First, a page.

In an attempt to assess the impact of privatisation of management on the performance of rubber estates, a few key performance indicators (KPIs) of the rubber estate sector couple of years prior to privatisation (1990), were compared with the same recorded in 2019 (Table 1). Apparently in 2019 the private plantation management companies completed around 50 percent of the 53-year lease period. This time period under private management will give a reasonable indication to what level the anticipated improvements are being achieved.

Information gathered reveals that total rubber extent in the estate sector of the country has declined by 23,110 ha, i.e., a reduction of 1.4 percent per annum on an average, during the period 1990 to 2019. Crop diversification, awaiting replanting of uneconomical/uprooted rubber lands, government land acquisition and showing unplantable extents in rubber lands separately are a few possible reasons for this gap. Nevertheless, reconciling this gap is a worthwhile exercise to determine ground realities. Further, it is also apparent that the mature and immature rubber extents in 2019 are only about 68.6 percent and 36.4 percent of the 1990 extents respectively.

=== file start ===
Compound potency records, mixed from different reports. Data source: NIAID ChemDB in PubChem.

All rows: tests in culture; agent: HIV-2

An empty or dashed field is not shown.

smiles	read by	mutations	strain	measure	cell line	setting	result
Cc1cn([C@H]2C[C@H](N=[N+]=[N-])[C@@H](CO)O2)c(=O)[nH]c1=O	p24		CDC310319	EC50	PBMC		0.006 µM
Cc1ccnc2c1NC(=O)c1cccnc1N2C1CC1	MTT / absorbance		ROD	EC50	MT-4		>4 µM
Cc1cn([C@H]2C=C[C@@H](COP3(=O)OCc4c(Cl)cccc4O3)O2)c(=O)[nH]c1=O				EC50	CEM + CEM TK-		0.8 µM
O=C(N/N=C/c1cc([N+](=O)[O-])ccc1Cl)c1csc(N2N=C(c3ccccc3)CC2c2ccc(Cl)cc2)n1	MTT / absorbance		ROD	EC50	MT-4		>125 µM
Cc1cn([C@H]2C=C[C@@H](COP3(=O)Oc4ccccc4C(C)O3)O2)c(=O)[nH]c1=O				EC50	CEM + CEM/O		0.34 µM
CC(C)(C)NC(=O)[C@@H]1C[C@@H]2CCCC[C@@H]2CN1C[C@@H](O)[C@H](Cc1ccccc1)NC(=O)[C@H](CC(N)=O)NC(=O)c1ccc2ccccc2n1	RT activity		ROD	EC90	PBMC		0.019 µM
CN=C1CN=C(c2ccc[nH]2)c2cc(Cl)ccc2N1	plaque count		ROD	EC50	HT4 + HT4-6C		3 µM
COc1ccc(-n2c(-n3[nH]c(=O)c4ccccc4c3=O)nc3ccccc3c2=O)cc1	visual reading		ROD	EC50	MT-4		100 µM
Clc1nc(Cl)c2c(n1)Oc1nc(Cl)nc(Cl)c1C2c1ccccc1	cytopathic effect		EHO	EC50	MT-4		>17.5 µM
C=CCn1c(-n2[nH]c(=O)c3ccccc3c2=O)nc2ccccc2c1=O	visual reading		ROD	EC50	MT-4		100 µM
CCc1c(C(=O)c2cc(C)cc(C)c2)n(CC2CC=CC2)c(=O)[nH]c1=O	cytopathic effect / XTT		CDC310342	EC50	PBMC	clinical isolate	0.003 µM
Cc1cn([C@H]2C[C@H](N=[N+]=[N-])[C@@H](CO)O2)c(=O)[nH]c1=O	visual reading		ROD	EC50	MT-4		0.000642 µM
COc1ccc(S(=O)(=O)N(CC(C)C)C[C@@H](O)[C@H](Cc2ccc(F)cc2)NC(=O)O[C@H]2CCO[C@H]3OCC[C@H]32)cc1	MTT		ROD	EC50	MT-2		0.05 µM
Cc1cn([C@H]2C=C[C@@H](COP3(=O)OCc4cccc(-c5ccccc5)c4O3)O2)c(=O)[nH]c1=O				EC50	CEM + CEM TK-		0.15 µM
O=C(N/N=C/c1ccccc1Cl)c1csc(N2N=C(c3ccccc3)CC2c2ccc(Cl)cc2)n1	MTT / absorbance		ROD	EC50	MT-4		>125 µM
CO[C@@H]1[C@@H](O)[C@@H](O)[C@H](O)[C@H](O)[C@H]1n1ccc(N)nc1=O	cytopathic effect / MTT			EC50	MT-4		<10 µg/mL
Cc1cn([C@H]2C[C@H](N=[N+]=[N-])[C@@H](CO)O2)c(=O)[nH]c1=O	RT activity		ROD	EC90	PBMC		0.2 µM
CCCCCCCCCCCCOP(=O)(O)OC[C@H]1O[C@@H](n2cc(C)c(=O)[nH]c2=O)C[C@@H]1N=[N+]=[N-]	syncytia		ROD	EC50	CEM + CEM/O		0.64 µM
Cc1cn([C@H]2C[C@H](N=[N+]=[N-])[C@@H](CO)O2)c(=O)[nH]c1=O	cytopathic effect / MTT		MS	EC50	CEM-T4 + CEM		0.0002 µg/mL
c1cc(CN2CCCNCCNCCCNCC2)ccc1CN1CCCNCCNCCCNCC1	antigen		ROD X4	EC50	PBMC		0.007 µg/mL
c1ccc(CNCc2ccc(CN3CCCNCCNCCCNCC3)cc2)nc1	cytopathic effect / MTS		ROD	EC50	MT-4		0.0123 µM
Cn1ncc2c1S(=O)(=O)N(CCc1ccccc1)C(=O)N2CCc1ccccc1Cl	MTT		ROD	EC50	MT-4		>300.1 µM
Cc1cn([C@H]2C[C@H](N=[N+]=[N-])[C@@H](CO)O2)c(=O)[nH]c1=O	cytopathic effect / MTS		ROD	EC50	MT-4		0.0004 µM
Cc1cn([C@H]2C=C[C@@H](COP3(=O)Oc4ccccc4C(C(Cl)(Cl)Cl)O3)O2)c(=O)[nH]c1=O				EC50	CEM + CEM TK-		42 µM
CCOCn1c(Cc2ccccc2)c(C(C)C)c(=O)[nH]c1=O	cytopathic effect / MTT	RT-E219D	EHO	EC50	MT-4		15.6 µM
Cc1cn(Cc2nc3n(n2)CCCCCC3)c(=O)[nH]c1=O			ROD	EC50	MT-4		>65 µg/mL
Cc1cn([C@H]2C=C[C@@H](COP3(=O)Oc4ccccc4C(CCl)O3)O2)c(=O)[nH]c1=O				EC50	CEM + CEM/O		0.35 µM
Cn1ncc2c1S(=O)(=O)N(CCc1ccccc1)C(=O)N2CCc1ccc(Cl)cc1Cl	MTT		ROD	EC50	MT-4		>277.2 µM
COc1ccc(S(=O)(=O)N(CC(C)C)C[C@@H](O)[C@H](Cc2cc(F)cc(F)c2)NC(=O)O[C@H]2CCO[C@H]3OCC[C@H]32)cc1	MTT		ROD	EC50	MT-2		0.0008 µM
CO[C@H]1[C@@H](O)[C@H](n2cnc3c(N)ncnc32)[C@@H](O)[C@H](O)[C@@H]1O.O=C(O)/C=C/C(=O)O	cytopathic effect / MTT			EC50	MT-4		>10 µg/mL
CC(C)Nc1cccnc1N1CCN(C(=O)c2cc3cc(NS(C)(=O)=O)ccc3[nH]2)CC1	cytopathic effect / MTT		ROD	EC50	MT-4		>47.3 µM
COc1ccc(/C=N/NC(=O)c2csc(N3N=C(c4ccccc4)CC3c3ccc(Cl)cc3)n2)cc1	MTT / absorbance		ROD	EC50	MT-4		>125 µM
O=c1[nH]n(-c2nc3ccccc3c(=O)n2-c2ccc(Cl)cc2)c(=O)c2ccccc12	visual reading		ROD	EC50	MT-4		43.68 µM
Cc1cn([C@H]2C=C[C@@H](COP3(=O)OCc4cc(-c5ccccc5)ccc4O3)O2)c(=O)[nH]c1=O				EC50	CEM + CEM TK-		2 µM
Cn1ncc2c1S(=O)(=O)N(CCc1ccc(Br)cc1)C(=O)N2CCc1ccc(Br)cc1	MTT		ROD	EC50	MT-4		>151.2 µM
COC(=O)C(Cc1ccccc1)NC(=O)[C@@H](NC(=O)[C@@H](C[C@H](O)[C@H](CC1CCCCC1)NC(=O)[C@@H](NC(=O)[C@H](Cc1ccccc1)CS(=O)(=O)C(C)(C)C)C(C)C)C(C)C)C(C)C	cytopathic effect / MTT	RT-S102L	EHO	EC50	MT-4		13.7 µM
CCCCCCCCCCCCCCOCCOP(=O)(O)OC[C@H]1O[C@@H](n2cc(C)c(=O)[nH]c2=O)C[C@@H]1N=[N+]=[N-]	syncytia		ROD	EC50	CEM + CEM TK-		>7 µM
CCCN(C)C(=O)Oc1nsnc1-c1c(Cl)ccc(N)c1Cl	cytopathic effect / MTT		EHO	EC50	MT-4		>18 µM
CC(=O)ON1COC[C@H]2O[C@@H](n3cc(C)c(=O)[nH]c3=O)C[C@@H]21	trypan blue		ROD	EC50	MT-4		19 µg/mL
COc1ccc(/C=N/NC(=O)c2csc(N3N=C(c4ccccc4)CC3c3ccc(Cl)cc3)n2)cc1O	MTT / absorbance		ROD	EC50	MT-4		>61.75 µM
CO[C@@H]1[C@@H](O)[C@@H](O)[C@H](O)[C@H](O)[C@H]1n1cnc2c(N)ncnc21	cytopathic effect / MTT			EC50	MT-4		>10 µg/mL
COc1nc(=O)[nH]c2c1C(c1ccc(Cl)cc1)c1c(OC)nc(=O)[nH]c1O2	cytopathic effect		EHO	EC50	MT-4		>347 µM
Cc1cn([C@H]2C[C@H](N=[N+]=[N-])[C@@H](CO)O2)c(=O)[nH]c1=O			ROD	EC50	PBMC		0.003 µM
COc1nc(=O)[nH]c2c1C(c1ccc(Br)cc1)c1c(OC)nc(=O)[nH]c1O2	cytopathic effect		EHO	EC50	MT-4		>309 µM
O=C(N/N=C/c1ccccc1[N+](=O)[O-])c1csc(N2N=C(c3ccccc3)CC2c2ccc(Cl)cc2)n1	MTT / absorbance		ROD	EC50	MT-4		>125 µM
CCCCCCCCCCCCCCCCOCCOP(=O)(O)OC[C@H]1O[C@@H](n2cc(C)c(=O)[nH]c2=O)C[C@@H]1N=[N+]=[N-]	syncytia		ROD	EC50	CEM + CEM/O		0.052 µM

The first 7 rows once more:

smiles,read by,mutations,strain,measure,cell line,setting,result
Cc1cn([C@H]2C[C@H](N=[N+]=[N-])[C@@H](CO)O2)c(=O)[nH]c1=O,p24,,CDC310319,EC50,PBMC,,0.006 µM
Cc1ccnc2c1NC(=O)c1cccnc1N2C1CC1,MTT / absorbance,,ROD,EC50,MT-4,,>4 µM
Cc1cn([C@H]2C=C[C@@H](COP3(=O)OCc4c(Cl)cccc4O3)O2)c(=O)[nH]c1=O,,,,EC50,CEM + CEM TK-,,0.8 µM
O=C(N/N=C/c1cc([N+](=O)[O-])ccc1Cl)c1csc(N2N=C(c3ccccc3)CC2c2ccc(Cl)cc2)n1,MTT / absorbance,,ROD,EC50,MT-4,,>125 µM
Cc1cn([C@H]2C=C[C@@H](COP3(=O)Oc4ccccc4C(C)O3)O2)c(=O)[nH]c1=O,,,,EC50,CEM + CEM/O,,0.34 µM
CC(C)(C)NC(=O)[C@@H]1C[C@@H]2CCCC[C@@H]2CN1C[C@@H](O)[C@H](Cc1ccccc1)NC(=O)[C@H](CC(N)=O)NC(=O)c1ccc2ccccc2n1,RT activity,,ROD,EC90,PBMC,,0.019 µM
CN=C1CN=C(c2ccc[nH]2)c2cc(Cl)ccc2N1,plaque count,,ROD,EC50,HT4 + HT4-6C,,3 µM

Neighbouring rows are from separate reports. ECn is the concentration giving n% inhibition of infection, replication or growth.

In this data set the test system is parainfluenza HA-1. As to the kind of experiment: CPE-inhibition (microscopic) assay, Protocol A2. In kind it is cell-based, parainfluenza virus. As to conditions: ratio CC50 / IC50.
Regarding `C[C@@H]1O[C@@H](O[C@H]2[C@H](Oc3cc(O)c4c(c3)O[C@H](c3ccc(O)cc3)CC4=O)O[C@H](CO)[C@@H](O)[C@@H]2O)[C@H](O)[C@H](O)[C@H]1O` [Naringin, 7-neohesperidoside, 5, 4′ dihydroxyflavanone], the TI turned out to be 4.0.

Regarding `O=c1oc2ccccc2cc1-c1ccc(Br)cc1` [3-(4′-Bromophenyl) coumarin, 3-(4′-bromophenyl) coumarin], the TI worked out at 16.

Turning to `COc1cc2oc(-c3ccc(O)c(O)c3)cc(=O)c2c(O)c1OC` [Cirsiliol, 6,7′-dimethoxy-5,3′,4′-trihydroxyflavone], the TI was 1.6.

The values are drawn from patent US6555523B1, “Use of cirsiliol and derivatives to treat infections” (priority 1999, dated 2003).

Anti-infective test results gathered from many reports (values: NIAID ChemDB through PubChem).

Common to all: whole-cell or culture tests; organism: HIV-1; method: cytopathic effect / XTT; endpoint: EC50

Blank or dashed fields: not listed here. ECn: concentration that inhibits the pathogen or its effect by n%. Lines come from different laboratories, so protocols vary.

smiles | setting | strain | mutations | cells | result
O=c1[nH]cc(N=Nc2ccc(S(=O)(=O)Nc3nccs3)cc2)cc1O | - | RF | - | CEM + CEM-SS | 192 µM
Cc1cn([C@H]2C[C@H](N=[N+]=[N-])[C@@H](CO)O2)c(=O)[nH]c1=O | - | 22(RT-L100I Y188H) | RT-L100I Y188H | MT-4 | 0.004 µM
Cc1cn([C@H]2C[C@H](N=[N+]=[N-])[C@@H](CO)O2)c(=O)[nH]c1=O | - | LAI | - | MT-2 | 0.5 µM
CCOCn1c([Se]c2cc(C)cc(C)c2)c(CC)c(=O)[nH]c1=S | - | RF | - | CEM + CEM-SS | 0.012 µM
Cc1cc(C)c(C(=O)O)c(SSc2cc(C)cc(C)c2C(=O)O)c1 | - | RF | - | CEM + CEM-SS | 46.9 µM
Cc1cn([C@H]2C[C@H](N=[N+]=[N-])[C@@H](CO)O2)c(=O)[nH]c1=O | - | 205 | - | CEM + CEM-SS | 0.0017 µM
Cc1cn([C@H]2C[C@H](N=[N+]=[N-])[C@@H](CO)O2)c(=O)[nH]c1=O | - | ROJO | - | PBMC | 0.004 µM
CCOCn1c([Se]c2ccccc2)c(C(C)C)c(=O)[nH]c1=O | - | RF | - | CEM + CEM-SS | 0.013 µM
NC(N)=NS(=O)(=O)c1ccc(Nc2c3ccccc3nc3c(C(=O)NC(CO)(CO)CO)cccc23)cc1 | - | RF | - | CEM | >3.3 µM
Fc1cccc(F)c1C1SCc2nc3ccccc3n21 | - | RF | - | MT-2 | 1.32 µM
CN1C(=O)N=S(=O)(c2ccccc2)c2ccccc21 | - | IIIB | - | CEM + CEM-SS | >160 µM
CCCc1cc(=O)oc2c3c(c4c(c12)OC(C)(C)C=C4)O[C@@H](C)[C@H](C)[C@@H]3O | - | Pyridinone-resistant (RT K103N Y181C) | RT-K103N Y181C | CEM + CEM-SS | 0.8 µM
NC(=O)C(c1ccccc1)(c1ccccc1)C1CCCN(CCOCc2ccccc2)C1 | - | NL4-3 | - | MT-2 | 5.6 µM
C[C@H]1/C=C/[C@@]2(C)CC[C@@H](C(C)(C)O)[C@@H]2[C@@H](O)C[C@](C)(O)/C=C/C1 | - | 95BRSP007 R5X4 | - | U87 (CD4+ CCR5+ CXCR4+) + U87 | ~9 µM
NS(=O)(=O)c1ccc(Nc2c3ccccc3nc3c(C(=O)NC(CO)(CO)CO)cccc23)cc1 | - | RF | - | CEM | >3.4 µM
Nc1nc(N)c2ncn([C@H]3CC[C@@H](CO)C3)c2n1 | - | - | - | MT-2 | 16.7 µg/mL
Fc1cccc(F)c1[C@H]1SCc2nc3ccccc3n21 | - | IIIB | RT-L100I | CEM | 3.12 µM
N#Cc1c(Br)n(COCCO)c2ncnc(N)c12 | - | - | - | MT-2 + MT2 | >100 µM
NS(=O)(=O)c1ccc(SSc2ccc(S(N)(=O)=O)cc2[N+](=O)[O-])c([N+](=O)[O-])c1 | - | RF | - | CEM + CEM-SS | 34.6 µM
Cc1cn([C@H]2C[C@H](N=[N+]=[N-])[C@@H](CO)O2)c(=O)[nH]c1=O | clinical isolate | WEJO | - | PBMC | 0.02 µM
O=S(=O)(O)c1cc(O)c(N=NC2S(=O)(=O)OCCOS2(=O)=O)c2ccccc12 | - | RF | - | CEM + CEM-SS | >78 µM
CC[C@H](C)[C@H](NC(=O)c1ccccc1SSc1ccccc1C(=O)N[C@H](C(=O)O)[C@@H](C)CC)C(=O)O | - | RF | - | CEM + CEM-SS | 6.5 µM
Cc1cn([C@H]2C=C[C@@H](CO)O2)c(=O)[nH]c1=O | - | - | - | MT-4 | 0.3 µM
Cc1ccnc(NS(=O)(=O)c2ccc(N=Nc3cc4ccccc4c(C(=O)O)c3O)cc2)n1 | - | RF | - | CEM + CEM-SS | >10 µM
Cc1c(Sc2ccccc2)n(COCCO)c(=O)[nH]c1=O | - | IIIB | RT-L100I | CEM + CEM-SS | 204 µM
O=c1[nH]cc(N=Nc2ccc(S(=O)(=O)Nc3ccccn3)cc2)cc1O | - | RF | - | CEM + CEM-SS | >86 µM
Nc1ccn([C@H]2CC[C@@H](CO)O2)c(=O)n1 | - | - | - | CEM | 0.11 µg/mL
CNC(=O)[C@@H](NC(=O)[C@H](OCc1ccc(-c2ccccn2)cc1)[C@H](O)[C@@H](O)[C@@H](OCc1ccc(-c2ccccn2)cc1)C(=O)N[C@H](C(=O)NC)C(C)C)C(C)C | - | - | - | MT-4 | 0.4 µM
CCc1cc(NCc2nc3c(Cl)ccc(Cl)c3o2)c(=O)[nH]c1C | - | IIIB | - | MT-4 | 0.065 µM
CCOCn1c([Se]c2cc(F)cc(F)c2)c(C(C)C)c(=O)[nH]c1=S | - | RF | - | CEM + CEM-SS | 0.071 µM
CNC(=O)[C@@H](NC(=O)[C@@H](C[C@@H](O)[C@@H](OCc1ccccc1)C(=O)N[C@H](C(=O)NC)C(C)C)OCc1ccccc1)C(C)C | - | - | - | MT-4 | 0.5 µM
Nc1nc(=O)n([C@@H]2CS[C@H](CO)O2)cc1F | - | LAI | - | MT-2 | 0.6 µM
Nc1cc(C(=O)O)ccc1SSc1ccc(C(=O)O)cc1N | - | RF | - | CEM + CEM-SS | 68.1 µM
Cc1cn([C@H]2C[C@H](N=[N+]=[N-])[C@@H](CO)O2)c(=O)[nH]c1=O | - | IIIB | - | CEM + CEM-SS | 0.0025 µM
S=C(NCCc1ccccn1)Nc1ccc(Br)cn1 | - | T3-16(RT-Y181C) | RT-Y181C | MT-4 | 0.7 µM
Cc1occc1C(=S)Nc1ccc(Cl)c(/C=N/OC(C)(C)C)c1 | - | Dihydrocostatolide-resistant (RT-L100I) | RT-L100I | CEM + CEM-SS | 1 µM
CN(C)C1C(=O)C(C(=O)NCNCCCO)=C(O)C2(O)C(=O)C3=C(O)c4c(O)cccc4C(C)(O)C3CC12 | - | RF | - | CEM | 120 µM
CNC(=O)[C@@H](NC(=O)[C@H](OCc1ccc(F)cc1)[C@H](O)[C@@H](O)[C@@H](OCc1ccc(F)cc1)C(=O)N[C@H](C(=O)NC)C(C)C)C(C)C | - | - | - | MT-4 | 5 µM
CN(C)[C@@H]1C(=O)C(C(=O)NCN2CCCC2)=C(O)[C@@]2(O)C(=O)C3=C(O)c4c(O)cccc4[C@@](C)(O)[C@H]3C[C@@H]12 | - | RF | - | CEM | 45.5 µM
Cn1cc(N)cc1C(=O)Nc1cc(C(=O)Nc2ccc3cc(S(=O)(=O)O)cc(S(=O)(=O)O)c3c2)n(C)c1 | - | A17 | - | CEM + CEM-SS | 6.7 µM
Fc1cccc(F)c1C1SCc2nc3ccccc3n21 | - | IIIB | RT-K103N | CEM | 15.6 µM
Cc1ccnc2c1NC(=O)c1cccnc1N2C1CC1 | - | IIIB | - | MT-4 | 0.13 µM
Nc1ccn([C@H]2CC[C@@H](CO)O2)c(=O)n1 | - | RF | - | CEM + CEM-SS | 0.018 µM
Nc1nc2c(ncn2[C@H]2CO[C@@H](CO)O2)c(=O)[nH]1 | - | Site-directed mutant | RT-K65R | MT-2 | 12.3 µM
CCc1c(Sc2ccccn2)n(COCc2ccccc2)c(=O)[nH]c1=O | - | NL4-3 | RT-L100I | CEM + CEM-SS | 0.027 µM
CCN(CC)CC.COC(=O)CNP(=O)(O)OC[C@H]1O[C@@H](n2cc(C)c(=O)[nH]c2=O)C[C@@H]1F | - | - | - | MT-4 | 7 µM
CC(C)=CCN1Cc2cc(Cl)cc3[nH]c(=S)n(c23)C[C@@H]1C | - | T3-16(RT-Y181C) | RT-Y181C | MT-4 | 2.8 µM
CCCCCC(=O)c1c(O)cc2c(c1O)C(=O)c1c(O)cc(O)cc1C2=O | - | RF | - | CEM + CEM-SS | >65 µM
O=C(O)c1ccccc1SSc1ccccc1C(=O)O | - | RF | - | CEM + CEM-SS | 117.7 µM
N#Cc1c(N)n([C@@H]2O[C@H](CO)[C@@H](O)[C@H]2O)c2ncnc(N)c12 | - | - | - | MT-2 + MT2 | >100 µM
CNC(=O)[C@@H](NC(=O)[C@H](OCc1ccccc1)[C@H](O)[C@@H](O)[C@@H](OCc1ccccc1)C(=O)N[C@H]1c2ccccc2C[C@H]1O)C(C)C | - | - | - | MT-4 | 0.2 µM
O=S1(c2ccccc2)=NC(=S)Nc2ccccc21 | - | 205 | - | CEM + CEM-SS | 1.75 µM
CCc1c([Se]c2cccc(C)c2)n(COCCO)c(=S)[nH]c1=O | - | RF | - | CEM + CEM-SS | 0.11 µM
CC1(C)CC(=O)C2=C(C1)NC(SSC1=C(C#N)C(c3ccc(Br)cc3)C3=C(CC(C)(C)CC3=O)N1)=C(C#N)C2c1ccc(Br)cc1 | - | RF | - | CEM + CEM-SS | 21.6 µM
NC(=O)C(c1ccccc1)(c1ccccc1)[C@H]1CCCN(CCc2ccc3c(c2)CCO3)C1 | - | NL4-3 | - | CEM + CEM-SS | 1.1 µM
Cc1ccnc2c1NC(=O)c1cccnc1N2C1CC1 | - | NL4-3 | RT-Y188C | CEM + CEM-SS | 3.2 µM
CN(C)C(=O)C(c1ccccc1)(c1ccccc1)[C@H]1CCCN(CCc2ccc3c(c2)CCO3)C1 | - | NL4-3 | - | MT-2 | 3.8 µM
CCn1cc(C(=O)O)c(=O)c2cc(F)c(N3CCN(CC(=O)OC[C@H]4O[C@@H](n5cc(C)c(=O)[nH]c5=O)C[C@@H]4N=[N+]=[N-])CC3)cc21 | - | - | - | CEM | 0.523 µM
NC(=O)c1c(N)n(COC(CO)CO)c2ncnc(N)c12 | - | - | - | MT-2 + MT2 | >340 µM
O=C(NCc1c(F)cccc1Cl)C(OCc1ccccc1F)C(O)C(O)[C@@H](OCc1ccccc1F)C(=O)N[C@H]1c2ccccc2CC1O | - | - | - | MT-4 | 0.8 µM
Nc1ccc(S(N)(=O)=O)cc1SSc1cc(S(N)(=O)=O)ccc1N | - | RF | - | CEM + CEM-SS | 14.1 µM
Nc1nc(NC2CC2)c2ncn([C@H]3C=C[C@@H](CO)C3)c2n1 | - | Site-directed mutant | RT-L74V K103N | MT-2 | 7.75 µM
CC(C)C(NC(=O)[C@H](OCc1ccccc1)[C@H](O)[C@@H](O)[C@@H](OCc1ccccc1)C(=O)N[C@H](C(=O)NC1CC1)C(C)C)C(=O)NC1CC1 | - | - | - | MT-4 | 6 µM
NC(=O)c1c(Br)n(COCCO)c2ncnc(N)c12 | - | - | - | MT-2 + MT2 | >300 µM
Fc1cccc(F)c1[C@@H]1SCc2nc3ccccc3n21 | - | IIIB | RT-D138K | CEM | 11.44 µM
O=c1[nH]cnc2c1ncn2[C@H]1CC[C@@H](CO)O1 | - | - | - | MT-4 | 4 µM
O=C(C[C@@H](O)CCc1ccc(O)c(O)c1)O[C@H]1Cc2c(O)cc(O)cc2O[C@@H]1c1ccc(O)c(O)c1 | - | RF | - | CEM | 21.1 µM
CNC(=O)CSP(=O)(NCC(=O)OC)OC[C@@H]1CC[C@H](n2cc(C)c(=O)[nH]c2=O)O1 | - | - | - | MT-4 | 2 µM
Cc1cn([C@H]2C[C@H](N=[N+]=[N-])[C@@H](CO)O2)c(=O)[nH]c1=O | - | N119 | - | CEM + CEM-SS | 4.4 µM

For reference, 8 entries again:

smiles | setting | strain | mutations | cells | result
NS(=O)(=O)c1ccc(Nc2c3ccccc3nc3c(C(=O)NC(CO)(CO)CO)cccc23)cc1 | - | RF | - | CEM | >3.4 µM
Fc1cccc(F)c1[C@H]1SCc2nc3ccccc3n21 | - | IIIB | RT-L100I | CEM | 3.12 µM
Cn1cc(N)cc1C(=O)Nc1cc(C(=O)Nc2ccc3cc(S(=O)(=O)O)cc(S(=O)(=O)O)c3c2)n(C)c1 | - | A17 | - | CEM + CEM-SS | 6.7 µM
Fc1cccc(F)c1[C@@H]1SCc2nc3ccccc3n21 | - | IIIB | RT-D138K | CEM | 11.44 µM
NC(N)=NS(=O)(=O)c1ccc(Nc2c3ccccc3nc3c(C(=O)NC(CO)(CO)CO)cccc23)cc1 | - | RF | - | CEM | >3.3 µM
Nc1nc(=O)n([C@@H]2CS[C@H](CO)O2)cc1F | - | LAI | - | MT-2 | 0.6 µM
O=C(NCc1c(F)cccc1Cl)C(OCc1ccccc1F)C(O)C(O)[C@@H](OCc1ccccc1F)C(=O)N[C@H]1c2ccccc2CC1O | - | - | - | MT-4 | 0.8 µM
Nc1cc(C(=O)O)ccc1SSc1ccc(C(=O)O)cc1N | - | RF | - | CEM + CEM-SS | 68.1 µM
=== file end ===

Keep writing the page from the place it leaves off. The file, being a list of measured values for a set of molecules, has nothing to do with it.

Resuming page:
The estate sectors contribution to the national natural rubber production in 1990 had been 37.8 thousand MT whilst in 2019 it was 24.3 thousand MT, i.e., a drop of 13.5 thousand MT. Accordingly the annual mean decline in total natural rubber production in the estate sector during the period 1990 to 2019 was around 1.2 percent. The rubber land productivity in 1990 has been 886 kg hectare per annum whereas in 2019 it has declined to 830 kg per hectare per annum which is equivalent to a 0.2 percent annual mean decline during the 27-year period of private management.